When I was a kid, my best friend and I decided to learn braille, just in case we ever went blind. We also learned to spell in sign language, in case we went deaf. (I don't think we were really as pessimistic as that sounds -- we just liked to learn cool stuff.)
I was pretty fascinated with the idea of living without one of the senses back then. Even more fascinating to me is the idea of being born without one of the senses. Can you imagine never having been able to see? Not having any concept of what color is? And you wouldn't even miss it, because you've never experienced it. I don't know how you'd begin to explain color to someone born blind.
I was also fascinated with the idea of our possibly having senses that we aren't even aware of or using. I mean, we apparently only use a small percentage of our brain's capacity as it is -- who knows what we would be capable of if we were operating at our full potential? Maybe there's another way of "knowing" that we have inborn senses for, but don't know about. ESP and stuff. Yeah.
I kind of outgrew those fantasies a while ago . . . until I read A.W. Tozer, an old theologian who awoke those wonderings in me again.
Tozer notes that, for most people, even Christians, God is an inference more than He is a reality. We infer His existence based on the things we know. All evidence points to the fact that He is there, and that certain things are true about Him, so we assume it is so because we are a people of reason. (Romans says the natural world screams the existence of God, so that we are "without excuse.")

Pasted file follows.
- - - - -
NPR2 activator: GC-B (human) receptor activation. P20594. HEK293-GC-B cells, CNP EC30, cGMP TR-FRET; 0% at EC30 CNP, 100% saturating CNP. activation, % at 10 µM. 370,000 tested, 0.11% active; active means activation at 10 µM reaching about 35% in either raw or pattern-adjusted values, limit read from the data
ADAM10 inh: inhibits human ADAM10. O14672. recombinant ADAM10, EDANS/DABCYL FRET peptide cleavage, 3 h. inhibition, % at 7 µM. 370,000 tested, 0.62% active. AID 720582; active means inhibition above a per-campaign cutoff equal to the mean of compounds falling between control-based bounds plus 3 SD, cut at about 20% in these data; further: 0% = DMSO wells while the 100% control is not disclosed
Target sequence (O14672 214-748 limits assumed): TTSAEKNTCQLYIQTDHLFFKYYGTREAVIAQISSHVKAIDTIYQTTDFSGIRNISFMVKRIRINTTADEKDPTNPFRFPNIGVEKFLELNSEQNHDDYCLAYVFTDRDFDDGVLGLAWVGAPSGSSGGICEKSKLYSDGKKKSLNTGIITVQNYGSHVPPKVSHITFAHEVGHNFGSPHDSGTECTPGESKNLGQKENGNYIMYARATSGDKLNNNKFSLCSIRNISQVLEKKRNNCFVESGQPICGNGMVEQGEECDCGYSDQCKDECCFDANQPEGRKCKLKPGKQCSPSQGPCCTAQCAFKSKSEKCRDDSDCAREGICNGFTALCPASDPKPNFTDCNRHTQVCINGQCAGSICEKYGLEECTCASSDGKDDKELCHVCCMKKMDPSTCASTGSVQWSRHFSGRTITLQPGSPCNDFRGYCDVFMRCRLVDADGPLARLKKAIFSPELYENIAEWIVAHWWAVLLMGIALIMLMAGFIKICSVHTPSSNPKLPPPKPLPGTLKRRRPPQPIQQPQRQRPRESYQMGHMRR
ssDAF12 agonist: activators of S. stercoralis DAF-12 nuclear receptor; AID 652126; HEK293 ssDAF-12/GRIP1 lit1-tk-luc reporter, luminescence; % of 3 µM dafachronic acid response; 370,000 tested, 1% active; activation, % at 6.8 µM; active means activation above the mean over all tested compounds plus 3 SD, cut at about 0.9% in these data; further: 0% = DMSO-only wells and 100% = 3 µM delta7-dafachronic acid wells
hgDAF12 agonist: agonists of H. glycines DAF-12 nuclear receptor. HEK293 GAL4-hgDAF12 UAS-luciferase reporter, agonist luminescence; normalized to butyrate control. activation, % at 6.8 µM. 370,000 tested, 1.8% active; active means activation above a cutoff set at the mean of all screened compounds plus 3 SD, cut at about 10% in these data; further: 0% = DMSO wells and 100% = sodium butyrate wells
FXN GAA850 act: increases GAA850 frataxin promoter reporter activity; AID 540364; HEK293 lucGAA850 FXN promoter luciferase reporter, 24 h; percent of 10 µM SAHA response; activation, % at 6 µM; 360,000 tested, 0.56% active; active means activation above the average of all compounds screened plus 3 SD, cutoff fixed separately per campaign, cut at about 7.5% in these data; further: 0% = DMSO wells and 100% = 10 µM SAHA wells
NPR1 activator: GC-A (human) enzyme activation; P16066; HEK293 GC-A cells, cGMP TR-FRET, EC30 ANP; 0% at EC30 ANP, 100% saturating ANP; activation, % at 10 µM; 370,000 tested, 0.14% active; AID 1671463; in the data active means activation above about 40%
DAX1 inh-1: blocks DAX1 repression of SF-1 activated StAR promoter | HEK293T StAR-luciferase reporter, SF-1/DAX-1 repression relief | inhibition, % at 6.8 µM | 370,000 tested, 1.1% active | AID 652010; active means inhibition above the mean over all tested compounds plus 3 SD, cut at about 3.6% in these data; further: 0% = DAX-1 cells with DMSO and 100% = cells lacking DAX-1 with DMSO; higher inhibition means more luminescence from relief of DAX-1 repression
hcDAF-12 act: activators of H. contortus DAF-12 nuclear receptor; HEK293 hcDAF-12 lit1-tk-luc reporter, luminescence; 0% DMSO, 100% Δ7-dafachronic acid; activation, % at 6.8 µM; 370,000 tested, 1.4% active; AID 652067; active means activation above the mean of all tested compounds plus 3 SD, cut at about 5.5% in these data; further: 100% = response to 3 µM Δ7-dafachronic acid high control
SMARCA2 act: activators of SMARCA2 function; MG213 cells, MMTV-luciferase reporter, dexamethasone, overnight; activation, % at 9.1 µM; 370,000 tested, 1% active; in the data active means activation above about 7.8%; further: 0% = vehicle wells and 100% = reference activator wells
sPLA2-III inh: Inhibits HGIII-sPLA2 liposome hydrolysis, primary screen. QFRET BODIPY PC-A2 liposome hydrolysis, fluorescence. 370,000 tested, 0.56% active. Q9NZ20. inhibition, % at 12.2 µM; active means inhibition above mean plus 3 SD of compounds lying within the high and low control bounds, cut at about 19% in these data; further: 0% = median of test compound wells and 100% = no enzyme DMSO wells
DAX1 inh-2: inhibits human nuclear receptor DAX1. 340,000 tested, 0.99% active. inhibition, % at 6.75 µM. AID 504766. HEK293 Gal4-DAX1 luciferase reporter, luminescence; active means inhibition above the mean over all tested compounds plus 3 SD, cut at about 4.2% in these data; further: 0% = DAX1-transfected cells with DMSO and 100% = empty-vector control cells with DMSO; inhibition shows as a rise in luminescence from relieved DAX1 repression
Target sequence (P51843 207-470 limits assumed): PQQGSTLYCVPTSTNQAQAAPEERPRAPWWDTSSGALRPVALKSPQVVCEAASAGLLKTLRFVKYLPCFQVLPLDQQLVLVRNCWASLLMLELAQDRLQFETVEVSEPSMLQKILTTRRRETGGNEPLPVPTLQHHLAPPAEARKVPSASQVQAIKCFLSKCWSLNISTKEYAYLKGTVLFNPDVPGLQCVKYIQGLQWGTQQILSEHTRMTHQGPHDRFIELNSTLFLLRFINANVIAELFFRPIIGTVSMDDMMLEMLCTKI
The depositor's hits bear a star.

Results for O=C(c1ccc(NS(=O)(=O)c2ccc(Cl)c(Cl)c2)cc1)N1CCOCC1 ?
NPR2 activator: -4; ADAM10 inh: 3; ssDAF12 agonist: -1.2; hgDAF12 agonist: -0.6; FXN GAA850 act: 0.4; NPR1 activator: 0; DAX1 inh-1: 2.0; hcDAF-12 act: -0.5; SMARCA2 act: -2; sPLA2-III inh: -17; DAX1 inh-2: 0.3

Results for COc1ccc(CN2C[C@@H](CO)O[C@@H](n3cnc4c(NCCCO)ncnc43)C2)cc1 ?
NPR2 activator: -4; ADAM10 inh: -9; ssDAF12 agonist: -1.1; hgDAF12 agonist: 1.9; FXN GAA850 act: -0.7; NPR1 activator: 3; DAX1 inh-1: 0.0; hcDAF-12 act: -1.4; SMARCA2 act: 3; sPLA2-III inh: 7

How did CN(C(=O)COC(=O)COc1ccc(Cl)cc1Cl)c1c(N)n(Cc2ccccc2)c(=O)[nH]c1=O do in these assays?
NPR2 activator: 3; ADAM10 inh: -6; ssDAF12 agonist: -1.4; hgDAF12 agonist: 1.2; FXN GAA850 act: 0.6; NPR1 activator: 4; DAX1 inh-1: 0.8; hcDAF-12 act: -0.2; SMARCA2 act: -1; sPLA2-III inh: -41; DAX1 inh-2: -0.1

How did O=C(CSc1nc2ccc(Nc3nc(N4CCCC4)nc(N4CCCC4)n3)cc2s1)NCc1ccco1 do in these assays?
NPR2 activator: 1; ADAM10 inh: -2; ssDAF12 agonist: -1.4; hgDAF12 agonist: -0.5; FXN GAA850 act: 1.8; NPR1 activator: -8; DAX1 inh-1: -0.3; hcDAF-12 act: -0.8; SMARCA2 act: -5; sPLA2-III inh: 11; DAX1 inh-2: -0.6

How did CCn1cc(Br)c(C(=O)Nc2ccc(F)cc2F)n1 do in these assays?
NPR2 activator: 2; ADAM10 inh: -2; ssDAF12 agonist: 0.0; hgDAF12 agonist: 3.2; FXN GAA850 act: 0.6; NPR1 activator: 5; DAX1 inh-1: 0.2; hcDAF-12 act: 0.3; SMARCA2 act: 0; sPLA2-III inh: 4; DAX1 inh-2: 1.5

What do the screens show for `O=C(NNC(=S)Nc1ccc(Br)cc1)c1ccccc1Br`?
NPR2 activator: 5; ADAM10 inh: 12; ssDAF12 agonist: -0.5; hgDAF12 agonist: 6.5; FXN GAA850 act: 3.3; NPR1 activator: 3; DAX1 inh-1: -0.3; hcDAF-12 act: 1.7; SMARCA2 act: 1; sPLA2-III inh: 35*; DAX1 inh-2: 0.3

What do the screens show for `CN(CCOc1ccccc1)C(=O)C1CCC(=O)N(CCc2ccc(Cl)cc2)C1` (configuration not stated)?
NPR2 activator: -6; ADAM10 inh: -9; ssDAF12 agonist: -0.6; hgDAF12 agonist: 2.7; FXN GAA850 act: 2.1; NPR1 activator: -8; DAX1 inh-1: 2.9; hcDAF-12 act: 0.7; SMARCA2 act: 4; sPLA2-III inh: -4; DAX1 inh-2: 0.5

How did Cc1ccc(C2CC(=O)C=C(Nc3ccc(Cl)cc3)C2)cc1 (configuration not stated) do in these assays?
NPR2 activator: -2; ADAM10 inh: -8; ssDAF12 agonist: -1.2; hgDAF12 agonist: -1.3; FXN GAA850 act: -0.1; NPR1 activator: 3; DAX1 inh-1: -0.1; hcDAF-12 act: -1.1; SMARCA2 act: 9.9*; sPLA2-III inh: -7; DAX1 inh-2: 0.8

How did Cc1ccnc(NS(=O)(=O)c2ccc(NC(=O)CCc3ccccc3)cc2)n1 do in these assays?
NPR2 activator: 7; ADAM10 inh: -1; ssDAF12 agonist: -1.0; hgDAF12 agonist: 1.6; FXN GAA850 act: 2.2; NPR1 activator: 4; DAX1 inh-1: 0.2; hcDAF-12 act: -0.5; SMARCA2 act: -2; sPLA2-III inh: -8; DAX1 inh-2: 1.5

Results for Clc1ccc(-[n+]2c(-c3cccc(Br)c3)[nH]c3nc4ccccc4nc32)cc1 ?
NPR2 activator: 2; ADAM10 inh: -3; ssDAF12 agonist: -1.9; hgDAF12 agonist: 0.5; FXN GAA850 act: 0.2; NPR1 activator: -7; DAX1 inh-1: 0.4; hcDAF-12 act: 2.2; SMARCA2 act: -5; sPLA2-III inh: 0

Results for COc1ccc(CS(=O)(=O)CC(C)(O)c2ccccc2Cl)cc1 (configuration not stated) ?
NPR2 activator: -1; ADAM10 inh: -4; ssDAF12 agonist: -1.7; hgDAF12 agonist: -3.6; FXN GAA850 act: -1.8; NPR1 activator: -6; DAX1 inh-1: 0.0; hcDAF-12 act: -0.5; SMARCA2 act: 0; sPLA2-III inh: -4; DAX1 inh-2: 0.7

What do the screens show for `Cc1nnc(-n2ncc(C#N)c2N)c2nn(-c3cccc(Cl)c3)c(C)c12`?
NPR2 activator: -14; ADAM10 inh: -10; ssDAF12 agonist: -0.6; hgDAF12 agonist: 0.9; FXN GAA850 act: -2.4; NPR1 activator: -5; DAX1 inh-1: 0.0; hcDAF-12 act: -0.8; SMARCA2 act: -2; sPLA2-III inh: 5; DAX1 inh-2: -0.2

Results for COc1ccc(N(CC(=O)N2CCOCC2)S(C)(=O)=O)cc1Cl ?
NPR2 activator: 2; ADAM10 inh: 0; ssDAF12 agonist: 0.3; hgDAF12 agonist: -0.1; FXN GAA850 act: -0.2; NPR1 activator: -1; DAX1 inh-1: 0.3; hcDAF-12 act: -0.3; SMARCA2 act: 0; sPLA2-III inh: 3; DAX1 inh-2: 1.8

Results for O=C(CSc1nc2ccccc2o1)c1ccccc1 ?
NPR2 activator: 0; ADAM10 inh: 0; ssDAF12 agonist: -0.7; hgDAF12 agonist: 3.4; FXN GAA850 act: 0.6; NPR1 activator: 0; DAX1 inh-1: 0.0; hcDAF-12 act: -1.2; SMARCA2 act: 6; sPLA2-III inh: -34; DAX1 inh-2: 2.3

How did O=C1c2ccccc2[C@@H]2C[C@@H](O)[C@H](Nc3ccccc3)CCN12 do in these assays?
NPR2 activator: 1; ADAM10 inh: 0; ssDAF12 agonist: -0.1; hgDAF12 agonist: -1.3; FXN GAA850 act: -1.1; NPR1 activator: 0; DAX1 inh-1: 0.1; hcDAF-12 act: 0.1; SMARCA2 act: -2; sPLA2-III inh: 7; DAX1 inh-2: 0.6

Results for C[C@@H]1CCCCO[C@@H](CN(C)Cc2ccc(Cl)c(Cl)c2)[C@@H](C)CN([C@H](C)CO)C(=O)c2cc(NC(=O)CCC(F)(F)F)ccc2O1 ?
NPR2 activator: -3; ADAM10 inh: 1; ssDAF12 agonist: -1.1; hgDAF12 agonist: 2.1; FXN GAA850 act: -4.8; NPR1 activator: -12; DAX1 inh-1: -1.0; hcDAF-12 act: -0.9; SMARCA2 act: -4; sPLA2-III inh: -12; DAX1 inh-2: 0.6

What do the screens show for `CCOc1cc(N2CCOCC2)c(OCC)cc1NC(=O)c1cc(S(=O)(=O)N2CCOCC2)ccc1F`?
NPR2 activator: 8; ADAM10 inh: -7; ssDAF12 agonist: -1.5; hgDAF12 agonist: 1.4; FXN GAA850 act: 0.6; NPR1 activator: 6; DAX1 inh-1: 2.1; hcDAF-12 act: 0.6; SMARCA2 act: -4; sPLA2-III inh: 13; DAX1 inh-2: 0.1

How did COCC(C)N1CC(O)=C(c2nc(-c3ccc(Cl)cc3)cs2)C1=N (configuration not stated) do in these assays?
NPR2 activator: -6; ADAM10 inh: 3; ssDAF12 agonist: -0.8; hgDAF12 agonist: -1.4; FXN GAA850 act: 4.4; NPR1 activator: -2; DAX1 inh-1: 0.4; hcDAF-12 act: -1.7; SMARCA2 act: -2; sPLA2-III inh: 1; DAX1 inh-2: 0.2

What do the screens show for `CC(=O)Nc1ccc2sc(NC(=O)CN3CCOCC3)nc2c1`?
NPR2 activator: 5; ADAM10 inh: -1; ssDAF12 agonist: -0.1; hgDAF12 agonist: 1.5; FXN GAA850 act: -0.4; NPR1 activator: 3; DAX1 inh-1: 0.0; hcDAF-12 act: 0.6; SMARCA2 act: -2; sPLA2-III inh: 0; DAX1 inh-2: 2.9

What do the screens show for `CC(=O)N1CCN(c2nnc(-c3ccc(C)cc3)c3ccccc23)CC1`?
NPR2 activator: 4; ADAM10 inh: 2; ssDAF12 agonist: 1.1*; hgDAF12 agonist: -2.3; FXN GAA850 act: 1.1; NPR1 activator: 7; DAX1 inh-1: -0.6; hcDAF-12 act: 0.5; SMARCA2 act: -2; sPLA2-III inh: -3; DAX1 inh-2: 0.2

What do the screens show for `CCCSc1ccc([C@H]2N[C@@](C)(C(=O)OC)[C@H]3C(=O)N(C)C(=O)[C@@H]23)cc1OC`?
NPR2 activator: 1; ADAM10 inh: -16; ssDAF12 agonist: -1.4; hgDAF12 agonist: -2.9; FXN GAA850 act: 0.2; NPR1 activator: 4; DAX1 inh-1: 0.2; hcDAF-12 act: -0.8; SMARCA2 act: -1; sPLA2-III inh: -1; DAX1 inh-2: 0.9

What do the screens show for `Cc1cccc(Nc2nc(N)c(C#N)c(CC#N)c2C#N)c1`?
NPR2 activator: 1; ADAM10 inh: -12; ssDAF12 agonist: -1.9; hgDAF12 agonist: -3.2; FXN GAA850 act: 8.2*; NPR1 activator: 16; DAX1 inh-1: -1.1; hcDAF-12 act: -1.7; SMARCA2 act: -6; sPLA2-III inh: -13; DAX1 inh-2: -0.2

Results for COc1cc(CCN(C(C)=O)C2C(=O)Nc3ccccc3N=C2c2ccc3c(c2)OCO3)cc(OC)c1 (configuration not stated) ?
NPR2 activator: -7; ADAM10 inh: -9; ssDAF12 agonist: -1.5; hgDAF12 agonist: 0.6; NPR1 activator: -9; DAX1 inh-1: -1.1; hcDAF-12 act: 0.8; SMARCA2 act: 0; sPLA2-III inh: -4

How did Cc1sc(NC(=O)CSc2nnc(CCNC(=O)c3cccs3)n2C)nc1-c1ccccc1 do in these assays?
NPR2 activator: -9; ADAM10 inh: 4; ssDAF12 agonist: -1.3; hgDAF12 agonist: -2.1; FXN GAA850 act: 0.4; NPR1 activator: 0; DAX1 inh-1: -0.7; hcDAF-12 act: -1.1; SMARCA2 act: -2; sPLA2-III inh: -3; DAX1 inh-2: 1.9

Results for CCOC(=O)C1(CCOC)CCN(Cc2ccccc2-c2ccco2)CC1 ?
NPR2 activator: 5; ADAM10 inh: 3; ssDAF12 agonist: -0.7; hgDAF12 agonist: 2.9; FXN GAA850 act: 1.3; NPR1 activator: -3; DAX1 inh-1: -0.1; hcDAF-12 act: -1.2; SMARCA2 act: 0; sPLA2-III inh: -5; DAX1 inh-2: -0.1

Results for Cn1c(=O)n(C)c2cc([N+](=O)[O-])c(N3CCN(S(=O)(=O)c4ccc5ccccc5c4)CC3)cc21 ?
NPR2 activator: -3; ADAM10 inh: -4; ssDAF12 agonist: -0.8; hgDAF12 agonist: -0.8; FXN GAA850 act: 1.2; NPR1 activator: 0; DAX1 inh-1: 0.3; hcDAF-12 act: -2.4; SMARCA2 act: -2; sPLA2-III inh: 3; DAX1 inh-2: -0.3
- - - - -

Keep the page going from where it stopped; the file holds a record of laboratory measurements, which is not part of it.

But the Bible doesn't treat God as an inference. When you read closely, the Bible clearly indicates that human beings should have the capacity to know God as a reality, the same way we know our fellow human beings.
How can this be, if God is spirit and we are material? ""We have in our hearts organs by means of which we can know God as certainly as we know material things through our familiar five senses," Tozer explains. "We apprehend the physical world by exercising the faculties given us for that purpose [vision, hearing, touch, etc.], and we possess spiritual faculties by means of which we can know God and the spiritual world if we will obey the Spirit's urge and begin to use them."
Now, these spiritual senses became deadened within us from The Fall, Tozer continues; we have to be spiritually regenerated -- "born again" -- for them to be turned back on so to speak. And even then, we don't know how to use them or even recognize the information they are giving us. (Like color to someone born blind -- how can we even conceive of what this would be like, this completely different way of "seeing" or knowing? How could someone who uses these senses explain it to the rest of us?)
I'll admit: the Realist in me thinks this sounds a bit out there. But the Believer in me recognizes that, as Tozer says, this is a reasonable assumption based on what the Bible teaches, if you believe what the Bible teaches We are made to know God. Not inferentially, but really. And there seems to have been people who have known God that way. I've met a few myself.
So, I've been praying lately for my spiritual senses to be turned on. Knowing God -- really knowing Him -- is what I'm created for, after all.